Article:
We all love being at the pool or beach on a summer day. Unfortunately, it’s not always the healthiest place to be. Over the last two decades, there’s been a substantial increase in the number of recreational water illnesses (RWIs) across the nation. RWIs are caused by germs that people come into contact with at swimming pools, hot tubs, water parks, as well as lakes, rivers, and oceans. RWIs can also be caused by chemicals in the water. However, most RWIs are caused by fecal bacteria, and it takes only a small amount to contaminate an entire pool and make people ill.
Diarrhea is the most common illness that results from swallowing untreated or undertreated pool water. Rashes and ear infections can also be caused by germs in the water. Children are very susceptible to getting RWIs as they spend a lot of time in the water during the summer months. Keep in mind that symptoms do not always appear right away. Although chemical rashes may appear in 30 minutes, bacterial rashes and gastroenteritis usually take more than 24 hours to develop.
Here’s some tips to help you avoid RWIs and stop their spread:
- Always shower before swimming
- Remind children not to swallow or drink pool water
- Take bathroom breaks and rinse off before going back into the water
- Change swim diapers often and away from the water
You can prevent ear infections (swimmer’s ear) by drying your ears thoroughly each time you go swimming with a towel (or even a hair dryer). If you experience ear pain after swimming and think you may have an infection, see a medical provider.
Be aware of chlorine sensitivity
Chlorine is used to eliminate germs in the water, but many people are sensitive to the effects of chlorine. Symptoms of chlorine sensitivity include red eyes, coughing, breathing problems, wheezing, nasal congestion, itchy skin and also tightness in the chest. Showering after swimming can help alleviate mild symptoms, but you should seek immediate care for severe reactions. If your children are experiencing problems with chlorine sensitivity, talk to your pediatrician as there are medications that can help.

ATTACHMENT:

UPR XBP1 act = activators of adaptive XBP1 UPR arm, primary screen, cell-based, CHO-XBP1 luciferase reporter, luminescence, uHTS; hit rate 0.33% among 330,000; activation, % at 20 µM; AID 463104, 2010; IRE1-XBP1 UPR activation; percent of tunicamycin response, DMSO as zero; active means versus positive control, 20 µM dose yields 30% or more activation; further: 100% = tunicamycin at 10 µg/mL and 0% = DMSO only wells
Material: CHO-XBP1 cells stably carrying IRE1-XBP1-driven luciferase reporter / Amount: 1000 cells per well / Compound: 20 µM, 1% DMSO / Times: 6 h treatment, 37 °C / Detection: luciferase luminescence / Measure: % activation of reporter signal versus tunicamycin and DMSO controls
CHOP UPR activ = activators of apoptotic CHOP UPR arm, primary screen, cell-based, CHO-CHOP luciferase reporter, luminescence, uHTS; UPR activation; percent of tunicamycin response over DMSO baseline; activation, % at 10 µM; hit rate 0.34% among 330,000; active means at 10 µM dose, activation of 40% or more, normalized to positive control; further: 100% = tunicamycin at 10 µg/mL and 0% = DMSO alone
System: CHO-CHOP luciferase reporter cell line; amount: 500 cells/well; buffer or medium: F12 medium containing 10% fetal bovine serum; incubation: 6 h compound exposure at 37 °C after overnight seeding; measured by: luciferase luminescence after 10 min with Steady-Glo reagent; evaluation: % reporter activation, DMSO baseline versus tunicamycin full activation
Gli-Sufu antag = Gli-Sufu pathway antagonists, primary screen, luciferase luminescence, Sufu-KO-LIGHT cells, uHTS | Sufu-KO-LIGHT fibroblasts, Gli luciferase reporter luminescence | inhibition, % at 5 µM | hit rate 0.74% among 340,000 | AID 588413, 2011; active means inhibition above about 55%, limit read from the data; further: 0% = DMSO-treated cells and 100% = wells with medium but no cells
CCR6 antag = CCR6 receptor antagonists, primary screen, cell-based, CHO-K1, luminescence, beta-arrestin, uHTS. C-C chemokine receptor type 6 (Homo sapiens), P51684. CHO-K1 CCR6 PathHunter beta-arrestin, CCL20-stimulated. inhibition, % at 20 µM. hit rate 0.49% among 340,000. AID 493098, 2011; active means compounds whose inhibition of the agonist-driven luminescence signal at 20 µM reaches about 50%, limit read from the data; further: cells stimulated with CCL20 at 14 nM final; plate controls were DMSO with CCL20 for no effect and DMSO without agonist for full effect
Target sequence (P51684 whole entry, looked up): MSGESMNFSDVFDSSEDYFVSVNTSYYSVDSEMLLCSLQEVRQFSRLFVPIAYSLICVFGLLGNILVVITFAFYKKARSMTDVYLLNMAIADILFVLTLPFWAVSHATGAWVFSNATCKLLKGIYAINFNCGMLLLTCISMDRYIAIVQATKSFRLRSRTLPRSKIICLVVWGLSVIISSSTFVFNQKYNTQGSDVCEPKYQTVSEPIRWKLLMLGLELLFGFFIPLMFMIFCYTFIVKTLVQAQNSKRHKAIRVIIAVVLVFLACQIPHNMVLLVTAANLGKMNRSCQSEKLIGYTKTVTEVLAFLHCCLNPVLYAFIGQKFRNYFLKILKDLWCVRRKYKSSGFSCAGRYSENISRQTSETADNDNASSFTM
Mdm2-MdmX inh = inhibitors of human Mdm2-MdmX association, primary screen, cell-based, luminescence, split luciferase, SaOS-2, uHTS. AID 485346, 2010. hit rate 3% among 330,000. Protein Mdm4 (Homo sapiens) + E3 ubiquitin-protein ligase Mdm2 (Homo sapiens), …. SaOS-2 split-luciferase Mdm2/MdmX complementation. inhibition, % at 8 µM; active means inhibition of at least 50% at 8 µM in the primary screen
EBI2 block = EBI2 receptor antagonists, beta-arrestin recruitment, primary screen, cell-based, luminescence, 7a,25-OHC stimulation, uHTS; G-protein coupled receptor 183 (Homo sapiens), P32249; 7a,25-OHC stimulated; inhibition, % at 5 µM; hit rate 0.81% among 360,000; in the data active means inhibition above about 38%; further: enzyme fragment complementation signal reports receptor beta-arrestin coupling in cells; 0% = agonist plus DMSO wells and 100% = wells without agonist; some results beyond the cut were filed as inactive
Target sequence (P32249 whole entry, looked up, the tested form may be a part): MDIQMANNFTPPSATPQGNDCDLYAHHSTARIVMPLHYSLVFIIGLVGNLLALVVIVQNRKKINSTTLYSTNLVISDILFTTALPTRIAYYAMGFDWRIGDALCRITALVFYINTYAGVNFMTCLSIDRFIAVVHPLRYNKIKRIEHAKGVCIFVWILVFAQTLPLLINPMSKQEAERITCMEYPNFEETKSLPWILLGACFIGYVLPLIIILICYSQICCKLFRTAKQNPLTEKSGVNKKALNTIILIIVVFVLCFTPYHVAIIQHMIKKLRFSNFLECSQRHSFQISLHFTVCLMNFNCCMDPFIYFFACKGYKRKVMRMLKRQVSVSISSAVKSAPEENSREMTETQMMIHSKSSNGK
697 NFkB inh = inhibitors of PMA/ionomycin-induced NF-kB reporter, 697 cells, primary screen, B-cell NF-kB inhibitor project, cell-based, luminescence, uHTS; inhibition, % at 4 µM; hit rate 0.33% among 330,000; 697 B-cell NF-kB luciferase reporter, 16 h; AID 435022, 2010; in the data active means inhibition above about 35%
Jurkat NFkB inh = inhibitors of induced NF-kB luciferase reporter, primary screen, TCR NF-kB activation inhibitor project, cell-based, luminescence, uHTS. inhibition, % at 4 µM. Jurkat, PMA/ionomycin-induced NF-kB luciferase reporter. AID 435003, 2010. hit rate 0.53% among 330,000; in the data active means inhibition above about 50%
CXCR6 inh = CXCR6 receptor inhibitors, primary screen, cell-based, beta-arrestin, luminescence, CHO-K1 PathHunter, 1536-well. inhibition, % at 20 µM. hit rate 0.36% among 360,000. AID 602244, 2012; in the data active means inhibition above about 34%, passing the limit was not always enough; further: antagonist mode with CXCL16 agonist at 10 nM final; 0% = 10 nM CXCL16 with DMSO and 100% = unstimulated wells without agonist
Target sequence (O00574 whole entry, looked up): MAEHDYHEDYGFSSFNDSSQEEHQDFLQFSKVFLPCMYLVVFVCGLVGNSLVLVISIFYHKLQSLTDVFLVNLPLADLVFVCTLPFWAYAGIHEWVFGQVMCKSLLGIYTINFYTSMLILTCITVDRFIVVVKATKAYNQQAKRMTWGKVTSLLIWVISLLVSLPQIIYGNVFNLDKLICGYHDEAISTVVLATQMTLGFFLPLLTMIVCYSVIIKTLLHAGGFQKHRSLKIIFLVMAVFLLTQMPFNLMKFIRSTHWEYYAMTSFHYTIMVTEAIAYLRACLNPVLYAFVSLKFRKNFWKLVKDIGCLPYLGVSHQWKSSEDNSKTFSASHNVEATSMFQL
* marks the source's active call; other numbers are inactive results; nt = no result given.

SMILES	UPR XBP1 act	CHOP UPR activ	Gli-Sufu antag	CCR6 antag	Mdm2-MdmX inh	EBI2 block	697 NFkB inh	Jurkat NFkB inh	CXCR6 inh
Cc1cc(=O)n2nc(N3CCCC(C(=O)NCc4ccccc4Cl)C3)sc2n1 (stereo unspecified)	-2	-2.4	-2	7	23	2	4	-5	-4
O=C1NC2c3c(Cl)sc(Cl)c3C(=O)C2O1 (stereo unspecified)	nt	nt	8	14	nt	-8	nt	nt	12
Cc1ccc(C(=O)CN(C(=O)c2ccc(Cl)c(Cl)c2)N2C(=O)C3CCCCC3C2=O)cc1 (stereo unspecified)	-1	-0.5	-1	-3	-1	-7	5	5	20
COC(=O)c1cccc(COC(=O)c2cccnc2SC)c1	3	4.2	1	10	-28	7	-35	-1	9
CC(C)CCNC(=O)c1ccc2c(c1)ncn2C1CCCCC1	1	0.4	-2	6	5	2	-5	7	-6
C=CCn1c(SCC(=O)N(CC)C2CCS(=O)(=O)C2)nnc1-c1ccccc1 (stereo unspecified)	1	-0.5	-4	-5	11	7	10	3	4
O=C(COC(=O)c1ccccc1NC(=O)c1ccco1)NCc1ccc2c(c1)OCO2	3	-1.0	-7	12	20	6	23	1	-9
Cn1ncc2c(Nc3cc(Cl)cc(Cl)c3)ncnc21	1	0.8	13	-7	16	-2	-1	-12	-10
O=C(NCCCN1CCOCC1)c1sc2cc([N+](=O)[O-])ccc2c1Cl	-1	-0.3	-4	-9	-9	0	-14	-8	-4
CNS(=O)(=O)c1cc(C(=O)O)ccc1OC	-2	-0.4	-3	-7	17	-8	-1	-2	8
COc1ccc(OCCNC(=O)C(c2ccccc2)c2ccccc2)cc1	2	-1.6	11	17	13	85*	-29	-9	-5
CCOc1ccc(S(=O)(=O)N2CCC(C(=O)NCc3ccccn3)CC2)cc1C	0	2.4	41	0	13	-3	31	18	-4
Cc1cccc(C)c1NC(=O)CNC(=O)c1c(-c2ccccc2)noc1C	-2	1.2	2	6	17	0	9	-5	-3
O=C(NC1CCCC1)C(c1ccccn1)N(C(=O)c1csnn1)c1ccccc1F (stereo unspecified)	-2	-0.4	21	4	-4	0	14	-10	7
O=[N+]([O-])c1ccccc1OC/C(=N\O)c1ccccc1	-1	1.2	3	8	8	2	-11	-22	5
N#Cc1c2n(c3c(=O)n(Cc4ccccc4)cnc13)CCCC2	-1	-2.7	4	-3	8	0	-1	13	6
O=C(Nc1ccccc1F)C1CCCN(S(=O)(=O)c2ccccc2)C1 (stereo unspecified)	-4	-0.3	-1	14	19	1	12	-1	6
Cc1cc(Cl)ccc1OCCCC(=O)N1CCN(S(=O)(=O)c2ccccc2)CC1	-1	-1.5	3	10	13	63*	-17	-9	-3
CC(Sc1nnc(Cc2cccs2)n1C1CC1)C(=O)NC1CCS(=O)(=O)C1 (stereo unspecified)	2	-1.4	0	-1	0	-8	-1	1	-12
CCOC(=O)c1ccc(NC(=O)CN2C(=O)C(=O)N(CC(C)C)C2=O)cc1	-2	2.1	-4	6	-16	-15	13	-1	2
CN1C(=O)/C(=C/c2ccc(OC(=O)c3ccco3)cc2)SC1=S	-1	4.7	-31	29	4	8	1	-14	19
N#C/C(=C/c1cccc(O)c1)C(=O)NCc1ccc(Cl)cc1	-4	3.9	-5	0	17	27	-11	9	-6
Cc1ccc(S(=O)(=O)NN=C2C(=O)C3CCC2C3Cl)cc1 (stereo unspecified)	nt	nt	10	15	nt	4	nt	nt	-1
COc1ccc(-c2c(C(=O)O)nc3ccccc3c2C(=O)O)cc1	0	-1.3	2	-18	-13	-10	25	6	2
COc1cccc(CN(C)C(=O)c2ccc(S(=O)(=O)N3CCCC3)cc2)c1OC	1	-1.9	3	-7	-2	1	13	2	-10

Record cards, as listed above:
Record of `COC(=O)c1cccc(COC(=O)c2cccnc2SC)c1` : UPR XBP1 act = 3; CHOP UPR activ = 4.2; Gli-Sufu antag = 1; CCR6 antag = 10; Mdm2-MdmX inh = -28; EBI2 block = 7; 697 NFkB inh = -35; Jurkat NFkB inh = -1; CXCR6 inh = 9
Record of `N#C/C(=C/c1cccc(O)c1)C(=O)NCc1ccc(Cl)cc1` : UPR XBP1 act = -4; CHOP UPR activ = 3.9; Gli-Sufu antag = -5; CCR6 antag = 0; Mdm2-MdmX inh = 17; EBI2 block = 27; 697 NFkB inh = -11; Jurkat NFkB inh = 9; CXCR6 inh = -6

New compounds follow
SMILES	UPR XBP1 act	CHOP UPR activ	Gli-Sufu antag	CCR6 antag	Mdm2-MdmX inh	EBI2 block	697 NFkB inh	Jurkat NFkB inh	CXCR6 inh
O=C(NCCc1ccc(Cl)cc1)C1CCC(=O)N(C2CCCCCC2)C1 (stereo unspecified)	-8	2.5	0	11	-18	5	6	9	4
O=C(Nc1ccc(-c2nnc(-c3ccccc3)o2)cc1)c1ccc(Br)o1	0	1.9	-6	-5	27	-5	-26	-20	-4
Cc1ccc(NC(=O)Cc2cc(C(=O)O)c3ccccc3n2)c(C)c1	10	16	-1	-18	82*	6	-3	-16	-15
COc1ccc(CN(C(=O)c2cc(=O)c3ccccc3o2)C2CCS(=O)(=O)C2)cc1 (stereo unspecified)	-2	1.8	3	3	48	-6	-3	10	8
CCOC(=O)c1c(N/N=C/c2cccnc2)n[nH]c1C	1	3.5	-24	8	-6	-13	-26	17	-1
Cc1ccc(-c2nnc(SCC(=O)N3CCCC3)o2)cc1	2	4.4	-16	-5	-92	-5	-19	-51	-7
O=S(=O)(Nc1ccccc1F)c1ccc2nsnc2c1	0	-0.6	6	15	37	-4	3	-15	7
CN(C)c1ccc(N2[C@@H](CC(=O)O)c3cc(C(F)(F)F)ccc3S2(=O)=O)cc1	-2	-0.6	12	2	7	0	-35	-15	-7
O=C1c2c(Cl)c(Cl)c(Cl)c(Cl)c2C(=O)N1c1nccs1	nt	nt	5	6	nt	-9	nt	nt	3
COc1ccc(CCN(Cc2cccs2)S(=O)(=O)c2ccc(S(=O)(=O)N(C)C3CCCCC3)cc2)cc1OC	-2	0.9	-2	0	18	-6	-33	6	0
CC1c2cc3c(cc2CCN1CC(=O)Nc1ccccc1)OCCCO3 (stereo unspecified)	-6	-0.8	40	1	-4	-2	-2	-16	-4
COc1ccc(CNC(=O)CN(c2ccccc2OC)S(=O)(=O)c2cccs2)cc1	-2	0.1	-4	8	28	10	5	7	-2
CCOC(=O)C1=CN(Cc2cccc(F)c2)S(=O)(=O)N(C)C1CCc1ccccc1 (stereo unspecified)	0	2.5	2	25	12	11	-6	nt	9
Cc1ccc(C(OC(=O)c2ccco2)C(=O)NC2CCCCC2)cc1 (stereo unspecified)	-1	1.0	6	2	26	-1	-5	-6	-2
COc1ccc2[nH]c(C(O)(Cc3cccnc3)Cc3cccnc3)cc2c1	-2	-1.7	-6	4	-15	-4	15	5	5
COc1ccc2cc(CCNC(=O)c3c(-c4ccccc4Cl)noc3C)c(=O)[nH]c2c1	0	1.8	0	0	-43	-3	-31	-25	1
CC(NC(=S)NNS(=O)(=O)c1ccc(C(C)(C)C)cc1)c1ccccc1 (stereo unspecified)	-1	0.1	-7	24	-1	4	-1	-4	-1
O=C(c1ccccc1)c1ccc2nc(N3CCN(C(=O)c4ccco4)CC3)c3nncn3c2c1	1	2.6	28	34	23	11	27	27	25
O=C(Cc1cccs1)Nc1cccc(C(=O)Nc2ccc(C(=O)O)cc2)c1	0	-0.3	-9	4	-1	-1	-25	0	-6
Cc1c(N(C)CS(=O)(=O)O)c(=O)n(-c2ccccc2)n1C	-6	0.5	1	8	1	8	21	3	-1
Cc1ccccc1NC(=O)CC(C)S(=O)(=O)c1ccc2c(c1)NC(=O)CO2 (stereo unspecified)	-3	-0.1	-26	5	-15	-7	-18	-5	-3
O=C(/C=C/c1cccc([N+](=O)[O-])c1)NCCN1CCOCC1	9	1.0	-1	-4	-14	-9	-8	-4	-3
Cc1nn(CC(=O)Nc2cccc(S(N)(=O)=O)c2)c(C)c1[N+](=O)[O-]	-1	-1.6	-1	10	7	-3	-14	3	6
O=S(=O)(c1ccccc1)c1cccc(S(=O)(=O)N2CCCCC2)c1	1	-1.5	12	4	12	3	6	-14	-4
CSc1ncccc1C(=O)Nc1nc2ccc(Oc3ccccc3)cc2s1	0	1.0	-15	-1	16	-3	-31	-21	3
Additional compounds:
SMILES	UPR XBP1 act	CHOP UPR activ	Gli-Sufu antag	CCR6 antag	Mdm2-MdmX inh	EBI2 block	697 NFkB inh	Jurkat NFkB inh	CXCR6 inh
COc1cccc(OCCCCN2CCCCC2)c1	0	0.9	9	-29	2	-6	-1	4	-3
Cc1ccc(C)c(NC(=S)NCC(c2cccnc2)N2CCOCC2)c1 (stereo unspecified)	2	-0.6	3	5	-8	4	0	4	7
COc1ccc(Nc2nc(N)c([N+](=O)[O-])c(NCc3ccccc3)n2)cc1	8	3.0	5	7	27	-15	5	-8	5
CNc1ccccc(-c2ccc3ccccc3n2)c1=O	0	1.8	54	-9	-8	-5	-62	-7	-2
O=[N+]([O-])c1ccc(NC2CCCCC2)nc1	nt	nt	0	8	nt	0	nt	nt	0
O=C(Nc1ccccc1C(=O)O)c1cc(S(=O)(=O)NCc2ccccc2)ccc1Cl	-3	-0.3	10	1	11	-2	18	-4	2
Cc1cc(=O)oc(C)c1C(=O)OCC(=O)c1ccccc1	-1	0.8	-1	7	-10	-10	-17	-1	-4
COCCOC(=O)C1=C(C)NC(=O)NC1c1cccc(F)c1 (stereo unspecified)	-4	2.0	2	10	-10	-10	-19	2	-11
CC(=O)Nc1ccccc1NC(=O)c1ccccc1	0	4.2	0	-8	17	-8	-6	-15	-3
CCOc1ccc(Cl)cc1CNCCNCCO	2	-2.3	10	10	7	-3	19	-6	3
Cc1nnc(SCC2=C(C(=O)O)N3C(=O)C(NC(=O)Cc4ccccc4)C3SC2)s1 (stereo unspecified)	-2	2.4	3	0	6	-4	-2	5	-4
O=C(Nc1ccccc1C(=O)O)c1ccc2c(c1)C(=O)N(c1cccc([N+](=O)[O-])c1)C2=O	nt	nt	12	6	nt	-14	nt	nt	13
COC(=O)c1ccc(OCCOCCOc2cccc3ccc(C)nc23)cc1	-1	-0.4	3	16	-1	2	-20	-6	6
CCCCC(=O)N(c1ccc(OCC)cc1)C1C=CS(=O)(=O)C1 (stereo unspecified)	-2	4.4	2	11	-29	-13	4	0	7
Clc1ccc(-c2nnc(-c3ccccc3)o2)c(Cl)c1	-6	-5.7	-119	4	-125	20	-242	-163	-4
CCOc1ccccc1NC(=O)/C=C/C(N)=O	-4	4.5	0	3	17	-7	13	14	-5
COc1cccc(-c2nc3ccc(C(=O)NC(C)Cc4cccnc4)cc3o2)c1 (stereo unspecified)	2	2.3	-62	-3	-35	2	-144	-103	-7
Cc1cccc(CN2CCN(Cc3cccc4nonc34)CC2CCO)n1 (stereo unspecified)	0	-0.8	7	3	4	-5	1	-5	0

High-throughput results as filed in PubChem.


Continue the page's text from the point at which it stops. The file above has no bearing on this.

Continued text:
Always look twice before jumping in
The best way to protect yourself against RWIs is by keeping a close eye on the water. Pools should not have foamy, cloudy or off-colored water, and should be free of slimy surfaces. All these conditions are clear warning signs of RWIs, which are usually caused by improper pool or water park maintenance. So if the water doesn’t look clean, clear and healthy, you may want to reconsider swimming there. Remember, you can always cool off with a sprinkler in the backyard if the pool doesn’t look right.
Stay in touch with the conversation, subscribe to the RSS feed for comments on this post.
Do not let water go up your nose. You are at risk for infection by N. Fowleri (the brain-eating amoeba).
Thank you for sharing your tip, Jim.
Isn’t that a risk mostly in the southern states?
Another risk is backyard water slides. It is fed by a household hose but the water doesn’t drain. The water pools at the bottom and gets dirtier and dirtier as the kids use it. My son got foot and mouth 2 days after playing on one last summer.
It’s a horrible virus that isn’t talked about enough and it wasn’t diagnosed properly when we took him to the doctor for high fevers. We finally knew what it was when the blisters started surfacing on his hands and feet.
Hi Deb, thank you for sharing your experience. This is definitely another important hazard to point out. We appreciate your input!